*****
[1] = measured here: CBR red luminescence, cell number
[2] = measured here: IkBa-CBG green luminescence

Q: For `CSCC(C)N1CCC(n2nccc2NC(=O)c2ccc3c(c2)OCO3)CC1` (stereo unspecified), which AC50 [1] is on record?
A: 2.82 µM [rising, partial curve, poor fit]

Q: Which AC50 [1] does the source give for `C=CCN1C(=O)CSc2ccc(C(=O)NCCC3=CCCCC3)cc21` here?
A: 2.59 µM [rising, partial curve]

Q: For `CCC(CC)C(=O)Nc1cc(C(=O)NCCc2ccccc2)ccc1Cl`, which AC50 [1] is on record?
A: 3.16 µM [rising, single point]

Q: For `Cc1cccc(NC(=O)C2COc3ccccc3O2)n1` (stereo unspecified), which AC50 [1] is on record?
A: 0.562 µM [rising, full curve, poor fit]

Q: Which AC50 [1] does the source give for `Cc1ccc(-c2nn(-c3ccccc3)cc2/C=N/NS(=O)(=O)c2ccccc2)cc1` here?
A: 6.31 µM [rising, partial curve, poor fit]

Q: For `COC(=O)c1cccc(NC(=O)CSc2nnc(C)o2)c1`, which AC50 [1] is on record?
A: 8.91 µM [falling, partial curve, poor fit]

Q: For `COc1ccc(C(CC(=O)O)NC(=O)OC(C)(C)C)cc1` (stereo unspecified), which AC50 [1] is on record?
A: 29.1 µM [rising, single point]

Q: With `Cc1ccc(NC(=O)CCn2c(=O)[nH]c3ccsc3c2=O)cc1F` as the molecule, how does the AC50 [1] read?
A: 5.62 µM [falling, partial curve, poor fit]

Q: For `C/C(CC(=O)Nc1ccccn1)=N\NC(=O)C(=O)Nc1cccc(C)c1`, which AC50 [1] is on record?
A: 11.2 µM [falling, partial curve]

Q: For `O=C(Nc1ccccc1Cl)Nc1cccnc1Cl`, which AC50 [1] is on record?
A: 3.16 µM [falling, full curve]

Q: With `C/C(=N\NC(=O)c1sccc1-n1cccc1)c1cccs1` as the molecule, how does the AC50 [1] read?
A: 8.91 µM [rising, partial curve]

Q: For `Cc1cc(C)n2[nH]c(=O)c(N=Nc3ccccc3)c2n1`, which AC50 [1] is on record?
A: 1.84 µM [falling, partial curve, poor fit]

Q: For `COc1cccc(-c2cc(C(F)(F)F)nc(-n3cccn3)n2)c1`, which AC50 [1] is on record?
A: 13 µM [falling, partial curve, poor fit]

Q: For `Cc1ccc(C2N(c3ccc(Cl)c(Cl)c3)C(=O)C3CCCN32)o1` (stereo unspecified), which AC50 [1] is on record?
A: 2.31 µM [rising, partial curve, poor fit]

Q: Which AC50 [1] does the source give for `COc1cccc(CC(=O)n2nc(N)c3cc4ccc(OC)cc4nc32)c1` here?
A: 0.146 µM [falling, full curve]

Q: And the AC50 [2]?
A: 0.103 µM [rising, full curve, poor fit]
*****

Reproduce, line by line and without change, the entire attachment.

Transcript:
[1] = measured here: CBR red luminescence, cell number
[2] = measured here: IkBa-CBG green luminescence

Q: For `CSCC(C)N1CCC(n2nccc2NC(=O)c2ccc3c(c2)OCO3)CC1` (stereo unspecified), which AC50 [1] is on record?
A: 2.82 µM [rising, partial curve, poor fit]

Q: Which AC50 [1] does the source give for `C=CCN1C(=O)CSc2ccc(C(=O)NCCC3=CCCCC3)cc21` here?
A: 2.59 µM [rising, partial curve]

Q: For `CCC(CC)C(=O)Nc1cc(C(=O)NCCc2ccccc2)ccc1Cl`, which AC50 [1] is on record?
A: 3.16 µM [rising, single point]

Q: For `Cc1cccc(NC(=O)C2COc3ccccc3O2)n1` (stereo unspecified), which AC50 [1] is on record?
A: 0.562 µM [rising, full curve, poor fit]

Q: Which AC50 [1] does the source give for `Cc1ccc(-c2nn(-c3ccccc3)cc2/C=N/NS(=O)(=O)c2ccccc2)cc1` here?
A: 6.31 µM [rising, partial curve, poor fit]

Q: For `COC(=O)c1cccc(NC(=O)CSc2nnc(C)o2)c1`, which AC50 [1] is on record?
A: 8.91 µM [falling, partial curve, poor fit]

Q: For `COc1ccc(C(CC(=O)O)NC(=O)OC(C)(C)C)cc1` (stereo unspecified), which AC50 [1] is on record?
A: 29.1 µM [rising, single point]

Q: With `Cc1ccc(NC(=O)CCn2c(=O)[nH]c3ccsc3c2=O)cc1F` as the molecule, how does the AC50 [1] read?
A: 5.62 µM [falling, partial curve, poor fit]

Q: For `C/C(CC(=O)Nc1ccccn1)=N\NC(=O)C(=O)Nc1cccc(C)c1`, which AC50 [1] is on record?
A: 11.2 µM [falling, partial curve]

Q: For `O=C(Nc1ccccc1Cl)Nc1cccnc1Cl`, which AC50 [1] is on record?
A: 3.16 µM [falling, full curve]

Q: With `C/C(=N\NC(=O)c1sccc1-n1cccc1)c1cccs1` as the molecule, how does the AC50 [1] read?
A: 8.91 µM [rising, partial curve]

Q: For `Cc1cc(C)n2[nH]c(=O)c(N=Nc3ccccc3)c2n1`, which AC50 [1] is on record?
A: 1.84 µM [falling, partial curve, poor fit]

Q: For `COc1cccc(-c2cc(C(F)(F)F)nc(-n3cccn3)n2)c1`, which AC50 [1] is on record?
A: 13 µM [falling, partial curve, poor fit]

Q: For `Cc1ccc(C2N(c3ccc(Cl)c(Cl)c3)C(=O)C3CCCN32)o1` (stereo unspecified), which AC50 [1] is on record?
A: 2.31 µM [rising, partial curve, poor fit]

Q: Which AC50 [1] does the source give for `COc1cccc(CC(=O)n2nc(N)c3cc4ccc(OC)cc4nc32)c1` here?
A: 0.146 µM [falling, full curve]

Q: And the AC50 [2]?
A: 0.103 µM [rising, full curve, poor fit]